What Is BCR?

What Is BCR? The Board of Certification in Radiology (BCR) is a nationally recognized certifying board that offers certification to physicians who wish to present themselves to the public as qualified medical specialists in radiation oncology or diagnostic radiology. The BCR is a Member Board of the American Board of Physician Specialties® (ABPS), one of the nation’s most prominent multispecialty certifying bodies.

BCR Eligibility Requirements

To be eligible to apply for initial board certification in diagnostic radiology, an applicant must first satisfy the general requirements of the ABPS. These include being a graduate of a recognized U.S., Canadian, or international allopathic or osteopathic college of medicine, and holding a valid and unrestricted license to practice medicine in the United States, its territories, or Canada. The Board of Certification in Radiology (BCR) has its own eligibility requirements, which include:

  • Completing an ACGME or AOA-accredited post-graduate year one program or internship
  • Completing an accredited residency in diagnostic radiology
  • Conformity with the ABPS Code of Ethics
  • Three current, original letters of recommendation from colleagues

As a board that has long maintained a pragmatic and non-discriminatory approach to physician certification, the BCR invites Diplomates of the American Board of Medical Specialties (ABMS) and the American Osteopathic Association (AOA) to apply for recertification with the BCR. To become recertified with the BCR, applicants must provide documentation of their certification, which must be current or no more than two years past the expiration date. Candidates may apply for recertification as early as two years before their certification expires.

To earn BCR certification in diagnostic radiology, candidates must pass both a written and an oral exam. Candidates must pass the written exam first before taking the oral component.

The format of the written exams for certification and recertification in both diagnostic radiology both and radiation oncology and is multiple-choice, single-response questions. The oral exam for diagnostic radiology consists of three to five case presentations from each of six different categories. Trained examiners who have achieved radiology board certification conduct the oral exams. Once granted, BCR certification is good for eight years, expiring on December 31 of the eighth year.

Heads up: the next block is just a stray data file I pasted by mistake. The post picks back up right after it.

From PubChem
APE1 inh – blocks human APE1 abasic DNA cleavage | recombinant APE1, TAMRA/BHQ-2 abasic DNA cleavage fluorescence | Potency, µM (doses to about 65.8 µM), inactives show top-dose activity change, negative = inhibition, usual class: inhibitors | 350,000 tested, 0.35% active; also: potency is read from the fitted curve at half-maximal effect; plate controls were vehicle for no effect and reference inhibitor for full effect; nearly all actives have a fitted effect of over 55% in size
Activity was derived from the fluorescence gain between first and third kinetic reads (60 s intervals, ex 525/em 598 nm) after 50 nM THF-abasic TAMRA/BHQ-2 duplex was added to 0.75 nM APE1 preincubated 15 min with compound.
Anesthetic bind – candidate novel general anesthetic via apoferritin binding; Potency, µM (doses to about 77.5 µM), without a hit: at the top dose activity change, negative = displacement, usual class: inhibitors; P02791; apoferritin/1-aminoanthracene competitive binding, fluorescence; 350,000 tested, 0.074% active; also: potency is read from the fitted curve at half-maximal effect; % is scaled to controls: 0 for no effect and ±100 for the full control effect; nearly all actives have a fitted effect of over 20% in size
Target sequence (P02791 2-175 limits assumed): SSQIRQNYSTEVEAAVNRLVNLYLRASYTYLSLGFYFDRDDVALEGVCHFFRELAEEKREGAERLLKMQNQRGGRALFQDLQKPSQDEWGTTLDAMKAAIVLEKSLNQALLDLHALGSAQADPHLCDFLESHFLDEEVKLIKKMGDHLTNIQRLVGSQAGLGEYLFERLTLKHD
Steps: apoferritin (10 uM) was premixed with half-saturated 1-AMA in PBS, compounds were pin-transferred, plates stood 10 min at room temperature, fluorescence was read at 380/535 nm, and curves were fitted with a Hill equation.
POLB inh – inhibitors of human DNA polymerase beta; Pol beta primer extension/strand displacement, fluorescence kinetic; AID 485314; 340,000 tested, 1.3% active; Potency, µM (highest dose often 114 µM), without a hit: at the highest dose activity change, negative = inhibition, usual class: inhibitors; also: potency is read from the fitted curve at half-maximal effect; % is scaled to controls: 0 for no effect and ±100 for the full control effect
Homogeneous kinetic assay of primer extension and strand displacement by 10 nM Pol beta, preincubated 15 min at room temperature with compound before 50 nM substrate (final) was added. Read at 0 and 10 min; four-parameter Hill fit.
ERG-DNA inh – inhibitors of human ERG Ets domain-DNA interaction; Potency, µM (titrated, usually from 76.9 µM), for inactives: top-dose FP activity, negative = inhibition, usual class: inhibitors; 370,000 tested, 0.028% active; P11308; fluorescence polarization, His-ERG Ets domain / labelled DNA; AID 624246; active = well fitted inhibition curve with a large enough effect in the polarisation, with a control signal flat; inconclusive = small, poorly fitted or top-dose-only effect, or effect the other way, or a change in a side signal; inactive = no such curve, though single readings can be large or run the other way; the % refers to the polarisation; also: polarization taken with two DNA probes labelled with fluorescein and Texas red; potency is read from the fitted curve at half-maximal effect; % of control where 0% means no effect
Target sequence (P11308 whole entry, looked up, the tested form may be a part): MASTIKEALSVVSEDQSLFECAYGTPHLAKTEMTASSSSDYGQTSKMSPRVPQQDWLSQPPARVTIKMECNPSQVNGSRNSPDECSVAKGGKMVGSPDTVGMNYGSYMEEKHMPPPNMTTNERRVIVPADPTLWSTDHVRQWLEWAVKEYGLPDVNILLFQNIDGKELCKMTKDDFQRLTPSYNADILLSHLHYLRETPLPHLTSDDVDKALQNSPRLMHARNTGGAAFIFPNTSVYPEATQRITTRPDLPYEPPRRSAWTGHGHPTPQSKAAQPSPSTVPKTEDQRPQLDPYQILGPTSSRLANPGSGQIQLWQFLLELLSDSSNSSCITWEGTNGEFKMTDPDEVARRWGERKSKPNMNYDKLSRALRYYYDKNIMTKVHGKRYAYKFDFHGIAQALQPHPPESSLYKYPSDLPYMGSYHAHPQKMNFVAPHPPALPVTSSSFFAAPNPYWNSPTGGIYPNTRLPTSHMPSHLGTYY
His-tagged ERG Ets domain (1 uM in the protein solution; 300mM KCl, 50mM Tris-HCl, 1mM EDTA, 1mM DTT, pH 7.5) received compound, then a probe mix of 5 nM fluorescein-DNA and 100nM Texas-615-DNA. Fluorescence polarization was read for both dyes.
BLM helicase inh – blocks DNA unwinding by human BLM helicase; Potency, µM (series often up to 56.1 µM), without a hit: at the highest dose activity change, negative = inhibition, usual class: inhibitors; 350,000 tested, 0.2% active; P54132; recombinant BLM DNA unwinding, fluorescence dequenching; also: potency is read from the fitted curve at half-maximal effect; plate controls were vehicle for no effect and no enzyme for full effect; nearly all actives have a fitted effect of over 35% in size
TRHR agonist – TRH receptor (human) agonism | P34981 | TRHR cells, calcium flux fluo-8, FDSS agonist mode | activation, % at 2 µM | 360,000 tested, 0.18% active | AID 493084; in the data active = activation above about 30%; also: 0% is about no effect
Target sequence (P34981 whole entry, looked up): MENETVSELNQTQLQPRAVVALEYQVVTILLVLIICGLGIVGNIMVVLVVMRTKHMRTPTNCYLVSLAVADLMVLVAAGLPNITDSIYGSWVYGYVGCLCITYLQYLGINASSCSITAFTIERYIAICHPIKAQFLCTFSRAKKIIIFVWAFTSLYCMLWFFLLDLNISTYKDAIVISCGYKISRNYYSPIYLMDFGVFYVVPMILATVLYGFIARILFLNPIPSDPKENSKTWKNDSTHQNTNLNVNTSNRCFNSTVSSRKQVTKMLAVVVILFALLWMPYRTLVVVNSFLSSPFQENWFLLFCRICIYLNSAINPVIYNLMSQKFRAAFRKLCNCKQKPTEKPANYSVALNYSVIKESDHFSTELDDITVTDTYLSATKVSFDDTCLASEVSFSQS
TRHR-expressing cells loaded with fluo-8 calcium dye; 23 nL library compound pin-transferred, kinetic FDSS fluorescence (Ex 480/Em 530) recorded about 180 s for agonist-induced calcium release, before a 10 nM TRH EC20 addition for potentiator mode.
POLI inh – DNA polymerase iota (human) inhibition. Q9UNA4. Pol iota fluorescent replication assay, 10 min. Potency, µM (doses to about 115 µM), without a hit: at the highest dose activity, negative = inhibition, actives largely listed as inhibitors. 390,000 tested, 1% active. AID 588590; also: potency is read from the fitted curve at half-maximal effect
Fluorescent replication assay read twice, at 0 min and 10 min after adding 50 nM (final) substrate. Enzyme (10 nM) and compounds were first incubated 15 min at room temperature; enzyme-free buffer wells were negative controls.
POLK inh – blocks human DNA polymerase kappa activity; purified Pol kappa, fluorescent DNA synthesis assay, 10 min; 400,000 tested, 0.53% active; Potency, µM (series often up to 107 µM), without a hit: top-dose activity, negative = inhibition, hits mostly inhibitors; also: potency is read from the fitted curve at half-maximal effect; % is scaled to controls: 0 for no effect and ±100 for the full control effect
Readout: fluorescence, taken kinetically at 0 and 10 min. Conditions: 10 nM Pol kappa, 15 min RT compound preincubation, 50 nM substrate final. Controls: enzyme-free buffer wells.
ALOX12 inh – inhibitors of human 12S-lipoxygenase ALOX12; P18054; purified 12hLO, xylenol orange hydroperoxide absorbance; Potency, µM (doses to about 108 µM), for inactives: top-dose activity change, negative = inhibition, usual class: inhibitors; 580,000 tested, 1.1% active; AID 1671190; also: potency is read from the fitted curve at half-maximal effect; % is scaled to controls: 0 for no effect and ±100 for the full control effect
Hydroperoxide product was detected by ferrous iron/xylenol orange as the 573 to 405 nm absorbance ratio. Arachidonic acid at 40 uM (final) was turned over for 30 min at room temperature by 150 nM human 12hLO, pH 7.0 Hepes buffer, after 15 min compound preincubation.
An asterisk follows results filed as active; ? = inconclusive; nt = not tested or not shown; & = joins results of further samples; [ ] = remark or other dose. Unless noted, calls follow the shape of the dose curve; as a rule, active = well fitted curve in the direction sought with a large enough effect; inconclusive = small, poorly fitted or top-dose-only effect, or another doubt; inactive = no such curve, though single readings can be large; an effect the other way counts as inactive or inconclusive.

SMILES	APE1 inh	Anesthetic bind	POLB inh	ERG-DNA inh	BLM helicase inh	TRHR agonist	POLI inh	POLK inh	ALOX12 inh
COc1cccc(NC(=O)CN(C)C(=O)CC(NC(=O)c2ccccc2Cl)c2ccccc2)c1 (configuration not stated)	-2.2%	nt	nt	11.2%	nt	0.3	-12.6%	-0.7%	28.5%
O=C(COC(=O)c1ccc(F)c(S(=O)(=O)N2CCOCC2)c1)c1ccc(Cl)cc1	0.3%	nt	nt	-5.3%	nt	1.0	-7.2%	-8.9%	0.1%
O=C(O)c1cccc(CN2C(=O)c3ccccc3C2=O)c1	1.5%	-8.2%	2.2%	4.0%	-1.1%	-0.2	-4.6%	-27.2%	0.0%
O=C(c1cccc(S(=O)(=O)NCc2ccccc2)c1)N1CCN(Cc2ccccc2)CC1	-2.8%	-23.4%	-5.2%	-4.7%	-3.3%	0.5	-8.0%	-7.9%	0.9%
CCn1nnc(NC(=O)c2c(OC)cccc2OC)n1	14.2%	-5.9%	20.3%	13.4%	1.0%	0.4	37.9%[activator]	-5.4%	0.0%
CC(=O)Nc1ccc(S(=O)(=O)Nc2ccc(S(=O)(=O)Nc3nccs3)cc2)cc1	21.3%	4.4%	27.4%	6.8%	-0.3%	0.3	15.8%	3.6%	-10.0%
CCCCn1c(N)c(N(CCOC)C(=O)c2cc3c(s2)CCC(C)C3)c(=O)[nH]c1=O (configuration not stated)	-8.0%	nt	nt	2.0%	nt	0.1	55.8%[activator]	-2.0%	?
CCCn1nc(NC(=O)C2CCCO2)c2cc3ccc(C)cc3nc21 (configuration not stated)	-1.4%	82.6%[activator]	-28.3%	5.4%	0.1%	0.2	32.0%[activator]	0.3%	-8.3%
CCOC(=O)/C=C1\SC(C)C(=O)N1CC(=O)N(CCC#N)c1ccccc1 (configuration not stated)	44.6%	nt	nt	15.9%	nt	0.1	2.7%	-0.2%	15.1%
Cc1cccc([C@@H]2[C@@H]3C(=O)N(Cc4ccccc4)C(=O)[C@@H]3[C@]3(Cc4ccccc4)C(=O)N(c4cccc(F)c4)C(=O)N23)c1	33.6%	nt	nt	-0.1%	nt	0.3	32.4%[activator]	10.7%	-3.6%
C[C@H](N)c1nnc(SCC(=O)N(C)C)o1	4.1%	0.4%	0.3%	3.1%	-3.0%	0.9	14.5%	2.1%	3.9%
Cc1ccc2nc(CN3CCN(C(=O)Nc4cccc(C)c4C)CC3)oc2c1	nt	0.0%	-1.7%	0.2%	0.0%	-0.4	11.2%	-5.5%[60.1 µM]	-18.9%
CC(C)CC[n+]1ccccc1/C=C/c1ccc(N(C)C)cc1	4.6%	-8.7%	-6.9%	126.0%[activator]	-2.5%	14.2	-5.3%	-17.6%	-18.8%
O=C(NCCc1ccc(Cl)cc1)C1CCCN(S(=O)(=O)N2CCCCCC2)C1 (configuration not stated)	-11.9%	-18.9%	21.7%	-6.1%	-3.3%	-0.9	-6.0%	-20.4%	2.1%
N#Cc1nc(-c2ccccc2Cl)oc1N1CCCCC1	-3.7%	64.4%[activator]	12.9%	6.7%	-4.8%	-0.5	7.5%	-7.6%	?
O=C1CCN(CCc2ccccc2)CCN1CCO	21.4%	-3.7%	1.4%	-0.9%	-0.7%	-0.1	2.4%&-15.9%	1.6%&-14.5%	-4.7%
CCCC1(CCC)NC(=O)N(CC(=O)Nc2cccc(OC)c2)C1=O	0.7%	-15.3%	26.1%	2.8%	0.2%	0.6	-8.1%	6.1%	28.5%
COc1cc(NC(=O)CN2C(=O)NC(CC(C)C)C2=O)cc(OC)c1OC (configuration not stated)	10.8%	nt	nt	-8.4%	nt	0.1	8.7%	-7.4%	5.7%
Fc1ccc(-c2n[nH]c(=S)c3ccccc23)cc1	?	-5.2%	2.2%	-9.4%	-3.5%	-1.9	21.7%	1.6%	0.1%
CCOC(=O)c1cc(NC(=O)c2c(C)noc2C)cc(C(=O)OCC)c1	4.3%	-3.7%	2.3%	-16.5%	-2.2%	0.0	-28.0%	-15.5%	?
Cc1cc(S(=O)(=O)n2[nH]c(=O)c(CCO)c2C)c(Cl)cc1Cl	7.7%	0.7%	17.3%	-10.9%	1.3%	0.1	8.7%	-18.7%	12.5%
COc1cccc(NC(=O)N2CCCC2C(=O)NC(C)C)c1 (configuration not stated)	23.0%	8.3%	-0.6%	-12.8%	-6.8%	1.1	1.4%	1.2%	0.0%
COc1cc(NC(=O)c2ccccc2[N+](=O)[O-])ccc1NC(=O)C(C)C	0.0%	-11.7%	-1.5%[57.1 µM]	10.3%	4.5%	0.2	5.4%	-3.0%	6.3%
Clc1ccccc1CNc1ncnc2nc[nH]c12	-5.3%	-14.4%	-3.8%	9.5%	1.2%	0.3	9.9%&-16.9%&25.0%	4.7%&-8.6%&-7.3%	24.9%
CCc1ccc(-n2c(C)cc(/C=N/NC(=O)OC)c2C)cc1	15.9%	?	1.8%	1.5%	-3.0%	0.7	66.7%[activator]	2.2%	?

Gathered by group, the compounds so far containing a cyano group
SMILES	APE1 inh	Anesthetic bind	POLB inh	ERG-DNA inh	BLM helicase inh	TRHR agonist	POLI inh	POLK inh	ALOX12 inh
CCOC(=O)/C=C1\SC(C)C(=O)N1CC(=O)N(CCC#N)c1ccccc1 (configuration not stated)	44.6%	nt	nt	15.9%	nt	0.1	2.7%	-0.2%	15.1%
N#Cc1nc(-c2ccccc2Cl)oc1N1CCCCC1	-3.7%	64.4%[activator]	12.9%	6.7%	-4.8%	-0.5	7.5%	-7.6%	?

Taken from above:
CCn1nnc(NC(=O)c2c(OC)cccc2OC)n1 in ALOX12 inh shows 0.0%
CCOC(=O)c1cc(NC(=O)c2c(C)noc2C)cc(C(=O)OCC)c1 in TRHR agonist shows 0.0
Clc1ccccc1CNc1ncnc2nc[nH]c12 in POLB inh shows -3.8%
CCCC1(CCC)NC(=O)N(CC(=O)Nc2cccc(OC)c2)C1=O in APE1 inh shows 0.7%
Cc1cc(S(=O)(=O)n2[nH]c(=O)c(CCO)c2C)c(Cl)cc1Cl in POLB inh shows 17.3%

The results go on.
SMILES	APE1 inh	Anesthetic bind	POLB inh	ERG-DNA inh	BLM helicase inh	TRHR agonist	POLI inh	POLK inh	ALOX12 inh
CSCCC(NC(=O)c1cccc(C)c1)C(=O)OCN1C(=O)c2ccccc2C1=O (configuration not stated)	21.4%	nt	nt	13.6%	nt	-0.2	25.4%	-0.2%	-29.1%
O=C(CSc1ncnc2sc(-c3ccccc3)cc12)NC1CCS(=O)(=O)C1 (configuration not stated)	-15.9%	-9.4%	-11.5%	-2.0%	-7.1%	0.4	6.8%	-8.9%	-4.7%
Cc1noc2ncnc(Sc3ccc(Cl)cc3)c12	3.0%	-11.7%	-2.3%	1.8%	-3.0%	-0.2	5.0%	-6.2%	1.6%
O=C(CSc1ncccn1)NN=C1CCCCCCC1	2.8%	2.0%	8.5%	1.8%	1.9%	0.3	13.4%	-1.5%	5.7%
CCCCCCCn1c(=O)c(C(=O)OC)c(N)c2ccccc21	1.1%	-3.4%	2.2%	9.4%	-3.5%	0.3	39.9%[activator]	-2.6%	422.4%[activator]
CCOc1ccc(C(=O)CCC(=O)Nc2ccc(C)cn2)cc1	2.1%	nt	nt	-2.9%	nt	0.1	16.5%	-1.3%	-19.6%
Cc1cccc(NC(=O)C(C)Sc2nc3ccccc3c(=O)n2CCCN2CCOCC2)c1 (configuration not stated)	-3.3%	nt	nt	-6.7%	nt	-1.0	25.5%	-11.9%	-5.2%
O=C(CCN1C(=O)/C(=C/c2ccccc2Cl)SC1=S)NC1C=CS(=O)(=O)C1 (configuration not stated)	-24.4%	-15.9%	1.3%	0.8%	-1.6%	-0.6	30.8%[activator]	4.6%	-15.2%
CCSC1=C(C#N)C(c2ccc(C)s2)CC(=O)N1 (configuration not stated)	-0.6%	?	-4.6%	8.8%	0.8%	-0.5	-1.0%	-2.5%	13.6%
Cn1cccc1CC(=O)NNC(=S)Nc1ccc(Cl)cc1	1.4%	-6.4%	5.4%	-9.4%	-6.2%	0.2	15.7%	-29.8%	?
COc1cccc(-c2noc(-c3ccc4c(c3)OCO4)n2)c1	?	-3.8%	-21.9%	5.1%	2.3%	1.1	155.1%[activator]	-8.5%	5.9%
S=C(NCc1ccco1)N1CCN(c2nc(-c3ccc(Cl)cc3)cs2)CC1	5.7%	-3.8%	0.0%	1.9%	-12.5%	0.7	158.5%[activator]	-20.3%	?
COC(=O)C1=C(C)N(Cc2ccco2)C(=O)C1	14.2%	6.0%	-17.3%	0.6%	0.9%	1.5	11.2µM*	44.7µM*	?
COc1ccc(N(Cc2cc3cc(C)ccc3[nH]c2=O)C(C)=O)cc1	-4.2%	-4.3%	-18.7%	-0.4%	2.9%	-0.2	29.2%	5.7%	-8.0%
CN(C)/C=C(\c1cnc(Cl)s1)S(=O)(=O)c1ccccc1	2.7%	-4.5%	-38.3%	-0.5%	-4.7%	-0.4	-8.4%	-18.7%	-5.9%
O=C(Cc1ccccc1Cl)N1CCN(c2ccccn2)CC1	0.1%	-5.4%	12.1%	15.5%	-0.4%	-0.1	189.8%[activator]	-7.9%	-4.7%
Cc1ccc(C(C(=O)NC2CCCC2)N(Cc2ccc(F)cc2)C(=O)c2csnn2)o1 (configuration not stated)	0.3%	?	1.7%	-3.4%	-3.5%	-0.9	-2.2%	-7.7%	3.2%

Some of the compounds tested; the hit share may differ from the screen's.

If you’re interested in becoming board certified in radiology or would like more details about recertification with the BCR, contact the ABPS today.

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House of Delegates & Annual Scientific Meeting
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June 10-15, 2022
Patient Care Is Our Priority

Medical organizations throughout North America understand that our rigorous certification standards prove that ABPS Diplomates are capable of delivering the best patient care possible.

The American Board of Physician Specialties has provided me with the opportunity to demonstrate mastery of internal medicine through board certification. As a hospitalist, board certification is an expected credential, and hospitals recognize the American Board of Physician Specialties (ABPS) as one of the three standard credentialling bodies for Internal Medicine. Additionally, the ABPS has helped me develop leadership skills as a Board member and Committee Chairperson. ABPS has also helped me sharpen critical thinking skills as a test question developer and reviewer. The Allopathic (MD) and Osteopathic (DO) physicians in the ABPS are lifelong learners and frequently pursue multiple board certifications. I enjoy the camaraderie of my peers in ABPS.

Loren Jay Chassels, DO
Internal Medicine
When I think historically, advancement in medicine and patient safety and care has been driven by the diversity of people and scientific thought. That’s what I found at the ABPS and more. For over 60 years that is just who we are. I found a physician certifying body that provides a choice and voice to all physicians ensuring that patients are always placed first.

Jerry Allison, MD
Emergency Medicine
When I decided to pursue a full time role as a physician executive it was important to me to obtain additional professional training, education and work experience. Board certification through the ABPS in Administrative Medicine is validation of my efforts and a demonstration of dedication to professional development. We need more physicians to become full time health care executives, knowing there is a board certification option in Administrative Medicine encourages physicians to take the leap from full time clinical practice to healthcare organizational leadership.

Richard Paula, MD
Administrative Medicine